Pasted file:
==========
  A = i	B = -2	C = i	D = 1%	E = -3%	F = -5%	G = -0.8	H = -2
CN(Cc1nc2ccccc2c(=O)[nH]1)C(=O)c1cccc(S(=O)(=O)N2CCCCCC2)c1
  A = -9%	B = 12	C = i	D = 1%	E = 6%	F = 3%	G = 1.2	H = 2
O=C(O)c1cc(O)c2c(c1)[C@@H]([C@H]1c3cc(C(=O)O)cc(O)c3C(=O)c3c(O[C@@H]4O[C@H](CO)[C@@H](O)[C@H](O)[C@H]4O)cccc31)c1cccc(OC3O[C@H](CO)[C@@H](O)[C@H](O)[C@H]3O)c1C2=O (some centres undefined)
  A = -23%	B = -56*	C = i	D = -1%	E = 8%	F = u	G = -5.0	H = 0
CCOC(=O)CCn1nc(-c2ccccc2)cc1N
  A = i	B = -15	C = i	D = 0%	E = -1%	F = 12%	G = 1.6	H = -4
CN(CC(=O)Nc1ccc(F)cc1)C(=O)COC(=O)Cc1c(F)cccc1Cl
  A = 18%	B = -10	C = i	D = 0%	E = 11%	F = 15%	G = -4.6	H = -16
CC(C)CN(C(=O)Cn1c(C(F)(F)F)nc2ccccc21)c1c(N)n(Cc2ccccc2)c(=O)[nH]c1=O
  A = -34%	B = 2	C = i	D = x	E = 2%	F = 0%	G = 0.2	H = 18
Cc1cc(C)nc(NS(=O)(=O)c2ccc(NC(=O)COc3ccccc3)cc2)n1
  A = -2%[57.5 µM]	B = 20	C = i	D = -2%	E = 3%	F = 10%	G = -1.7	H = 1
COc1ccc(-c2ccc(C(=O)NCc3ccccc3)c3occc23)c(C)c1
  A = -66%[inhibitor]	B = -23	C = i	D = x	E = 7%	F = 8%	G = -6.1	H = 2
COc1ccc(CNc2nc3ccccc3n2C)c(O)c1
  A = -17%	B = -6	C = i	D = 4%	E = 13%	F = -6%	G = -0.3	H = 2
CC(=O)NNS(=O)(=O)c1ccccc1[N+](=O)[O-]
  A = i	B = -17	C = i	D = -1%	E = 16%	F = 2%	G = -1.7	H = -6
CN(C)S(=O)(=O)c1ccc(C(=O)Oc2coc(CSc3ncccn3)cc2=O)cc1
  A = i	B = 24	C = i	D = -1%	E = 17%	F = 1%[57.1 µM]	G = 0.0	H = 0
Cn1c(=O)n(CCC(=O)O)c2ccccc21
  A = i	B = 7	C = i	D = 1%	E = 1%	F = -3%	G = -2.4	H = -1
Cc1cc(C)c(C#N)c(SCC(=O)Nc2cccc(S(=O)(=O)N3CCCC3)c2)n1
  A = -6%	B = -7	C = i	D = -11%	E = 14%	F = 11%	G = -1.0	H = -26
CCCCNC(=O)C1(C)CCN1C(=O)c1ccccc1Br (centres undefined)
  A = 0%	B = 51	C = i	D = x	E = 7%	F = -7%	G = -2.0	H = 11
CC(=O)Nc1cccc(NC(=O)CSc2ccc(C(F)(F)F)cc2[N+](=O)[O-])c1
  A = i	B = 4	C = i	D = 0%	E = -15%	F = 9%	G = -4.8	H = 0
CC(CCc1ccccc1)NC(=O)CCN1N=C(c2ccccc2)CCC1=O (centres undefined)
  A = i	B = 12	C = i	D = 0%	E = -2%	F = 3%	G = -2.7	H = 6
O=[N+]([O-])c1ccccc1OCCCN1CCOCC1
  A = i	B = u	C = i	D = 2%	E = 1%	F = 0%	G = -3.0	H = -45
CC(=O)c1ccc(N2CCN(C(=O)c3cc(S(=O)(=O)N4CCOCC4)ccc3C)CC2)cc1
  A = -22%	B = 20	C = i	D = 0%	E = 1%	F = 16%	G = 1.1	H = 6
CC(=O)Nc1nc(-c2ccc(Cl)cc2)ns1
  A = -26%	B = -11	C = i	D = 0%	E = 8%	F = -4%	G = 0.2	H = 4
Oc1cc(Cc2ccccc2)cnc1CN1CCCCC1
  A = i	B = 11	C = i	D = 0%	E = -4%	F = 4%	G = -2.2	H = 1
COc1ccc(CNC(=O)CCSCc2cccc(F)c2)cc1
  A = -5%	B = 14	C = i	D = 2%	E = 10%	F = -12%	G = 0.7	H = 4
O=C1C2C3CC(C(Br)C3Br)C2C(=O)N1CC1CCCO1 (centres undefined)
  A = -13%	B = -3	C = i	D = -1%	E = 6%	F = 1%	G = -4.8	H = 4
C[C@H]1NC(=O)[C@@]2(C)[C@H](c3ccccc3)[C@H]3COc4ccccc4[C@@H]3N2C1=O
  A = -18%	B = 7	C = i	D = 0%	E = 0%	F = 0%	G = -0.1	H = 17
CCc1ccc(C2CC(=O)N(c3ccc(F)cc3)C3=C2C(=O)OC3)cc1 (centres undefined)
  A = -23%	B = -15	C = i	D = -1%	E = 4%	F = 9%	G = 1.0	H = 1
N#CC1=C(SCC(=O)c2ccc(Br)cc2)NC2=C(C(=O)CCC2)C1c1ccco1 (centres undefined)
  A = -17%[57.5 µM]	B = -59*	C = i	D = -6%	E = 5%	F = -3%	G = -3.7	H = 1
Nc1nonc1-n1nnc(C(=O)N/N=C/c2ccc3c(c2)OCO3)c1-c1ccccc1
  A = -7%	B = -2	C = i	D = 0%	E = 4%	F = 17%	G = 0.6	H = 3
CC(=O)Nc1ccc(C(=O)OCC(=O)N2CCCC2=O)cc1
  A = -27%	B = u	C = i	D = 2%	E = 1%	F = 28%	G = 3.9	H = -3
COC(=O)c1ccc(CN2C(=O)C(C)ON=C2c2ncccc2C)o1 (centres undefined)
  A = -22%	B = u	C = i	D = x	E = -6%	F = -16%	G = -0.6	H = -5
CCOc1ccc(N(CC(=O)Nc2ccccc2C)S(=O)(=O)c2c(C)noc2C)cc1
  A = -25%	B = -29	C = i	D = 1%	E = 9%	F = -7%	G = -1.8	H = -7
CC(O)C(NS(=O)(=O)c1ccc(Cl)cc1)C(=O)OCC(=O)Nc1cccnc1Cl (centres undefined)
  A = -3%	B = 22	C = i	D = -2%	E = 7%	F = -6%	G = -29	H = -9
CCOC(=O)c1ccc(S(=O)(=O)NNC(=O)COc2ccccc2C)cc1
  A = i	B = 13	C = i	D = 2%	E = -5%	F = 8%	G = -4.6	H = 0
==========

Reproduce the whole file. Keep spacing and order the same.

  A = i	B = -2	C = i	D = 1%	E = -3%	F = -5%	G = -0.8	H = -2
CN(Cc1nc2ccccc2c(=O)[nH]1)C(=O)c1cccc(S(=O)(=O)N2CCCCCC2)c1
  A = -9%	B = 12	C = i	D = 1%	E = 6%	F = 3%	G = 1.2	H = 2
O=C(O)c1cc(O)c2c(c1)[C@@H]([C@H]1c3cc(C(=O)O)cc(O)c3C(=O)c3c(O[C@@H]4O[C@H](CO)[C@@H](O)[C@H](O)[C@H]4O)cccc31)c1cccc(OC3O[C@H](CO)[C@@H](O)[C@H](O)[C@H]3O)c1C2=O (some centres undefined)
  A = -23%	B = -56*	C = i	D = -1%	E = 8%	F = u	G = -5.0	H = 0
CCOC(=O)CCn1nc(-c2ccccc2)cc1N
  A = i	B = -15	C = i	D = 0%	E = -1%	F = 12%	G = 1.6	H = -4
CN(CC(=O)Nc1ccc(F)cc1)C(=O)COC(=O)Cc1c(F)cccc1Cl
  A = 18%	B = -10	C = i	D = 0%	E = 11%	F = 15%	G = -4.6	H = -16
CC(C)CN(C(=O)Cn1c(C(F)(F)F)nc2ccccc21)c1c(N)n(Cc2ccccc2)c(=O)[nH]c1=O
  A = -34%	B = 2	C = i	D = x	E = 2%	F = 0%	G = 0.2	H = 18
Cc1cc(C)nc(NS(=O)(=O)c2ccc(NC(=O)COc3ccccc3)cc2)n1
  A = -2%[57.5 µM]	B = 20	C = i	D = -2%	E = 3%	F = 10%	G = -1.7	H = 1
COc1ccc(-c2ccc(C(=O)NCc3ccccc3)c3occc23)c(C)c1
  A = -66%[inhibitor]	B = -23	C = i	D = x	E = 7%	F = 8%	G = -6.1	H = 2
COc1ccc(CNc2nc3ccccc3n2C)c(O)c1
  A = -17%	B = -6	C = i	D = 4%	E = 13%	F = -6%	G = -0.3	H = 2
CC(=O)NNS(=O)(=O)c1ccccc1[N+](=O)[O-]
  A = i	B = -17	C = i	D = -1%	E = 16%	F = 2%	G = -1.7	H = -6
CN(C)S(=O)(=O)c1ccc(C(=O)Oc2coc(CSc3ncccn3)cc2=O)cc1
  A = i	B = 24	C = i	D = -1%	E = 17%	F = 1%[57.1 µM]	G = 0.0	H = 0
Cn1c(=O)n(CCC(=O)O)c2ccccc21
  A = i	B = 7	C = i	D = 1%	E = 1%	F = -3%	G = -2.4	H = -1
Cc1cc(C)c(C#N)c(SCC(=O)Nc2cccc(S(=O)(=O)N3CCCC3)c2)n1
  A = -6%	B = -7	C = i	D = -11%	E = 14%	F = 11%	G = -1.0	H = -26
CCCCNC(=O)C1(C)CCN1C(=O)c1ccccc1Br (centres undefined)
  A = 0%	B = 51	C = i	D = x	E = 7%	F = -7%	G = -2.0	H = 11
CC(=O)Nc1cccc(NC(=O)CSc2ccc(C(F)(F)F)cc2[N+](=O)[O-])c1
  A = i	B = 4	C = i	D = 0%	E = -15%	F = 9%	G = -4.8	H = 0
CC(CCc1ccccc1)NC(=O)CCN1N=C(c2ccccc2)CCC1=O (centres undefined)
  A = i	B = 12	C = i	D = 0%	E = -2%	F = 3%	G = -2.7	H = 6
O=[N+]([O-])c1ccccc1OCCCN1CCOCC1
  A = i	B = u	C = i	D = 2%	E = 1%	F = 0%	G = -3.0	H = -45
CC(=O)c1ccc(N2CCN(C(=O)c3cc(S(=O)(=O)N4CCOCC4)ccc3C)CC2)cc1
  A = -22%	B = 20	C = i	D = 0%	E = 1%	F = 16%	G = 1.1	H = 6
CC(=O)Nc1nc(-c2ccc(Cl)cc2)ns1
  A = -26%	B = -11	C = i	D = 0%	E = 8%	F = -4%	G = 0.2	H = 4
Oc1cc(Cc2ccccc2)cnc1CN1CCCCC1
  A = i	B = 11	C = i	D = 0%	E = -4%	F = 4%	G = -2.2	H = 1
COc1ccc(CNC(=O)CCSCc2cccc(F)c2)cc1
  A = -5%	B = 14	C = i	D = 2%	E = 10%	F = -12%	G = 0.7	H = 4
O=C1C2C3CC(C(Br)C3Br)C2C(=O)N1CC1CCCO1 (centres undefined)
  A = -13%	B = -3	C = i	D = -1%	E = 6%	F = 1%	G = -4.8	H = 4
C[C@H]1NC(=O)[C@@]2(C)[C@H](c3ccccc3)[C@H]3COc4ccccc4[C@@H]3N2C1=O
  A = -18%	B = 7	C = i	D = 0%	E = 0%	F = 0%	G = -0.1	H = 17
CCc1ccc(C2CC(=O)N(c3ccc(F)cc3)C3=C2C(=O)OC3)cc1 (centres undefined)
  A = -23%	B = -15	C = i	D = -1%	E = 4%	F = 9%	G = 1.0	H = 1
N#CC1=C(SCC(=O)c2ccc(Br)cc2)NC2=C(C(=O)CCC2)C1c1ccco1 (centres undefined)
  A = -17%[57.5 µM]	B = -59*	C = i	D = -6%	E = 5%	F = -3%	G = -3.7	H = 1
Nc1nonc1-n1nnc(C(=O)N/N=C/c2ccc3c(c2)OCO3)c1-c1ccccc1
  A = -7%	B = -2	C = i	D = 0%	E = 4%	F = 17%	G = 0.6	H = 3
CC(=O)Nc1ccc(C(=O)OCC(=O)N2CCCC2=O)cc1
  A = -27%	B = u	C = i	D = 2%	E = 1%	F = 28%	G = 3.9	H = -3
COC(=O)c1ccc(CN2C(=O)C(C)ON=C2c2ncccc2C)o1 (centres undefined)
  A = -22%	B = u	C = i	D = x	E = -6%	F = -16%	G = -0.6	H = -5
CCOc1ccc(N(CC(=O)Nc2ccccc2C)S(=O)(=O)c2c(C)noc2C)cc1
  A = -25%	B = -29	C = i	D = 1%	E = 9%	F = -7%	G = -1.8	H = -7
CC(O)C(NS(=O)(=O)c1ccc(Cl)cc1)C(=O)OCC(=O)Nc1cccnc1Cl (centres undefined)
  A = -3%	B = 22	C = i	D = -2%	E = 7%	F = -6%	G = -29	H = -9
CCOC(=O)c1ccc(S(=O)(=O)NNC(=O)COc2ccccc2C)cc1
  A = i	B = 13	C = i	D = 2%	E = -5%	F = 8%	G = -4.6	H = 0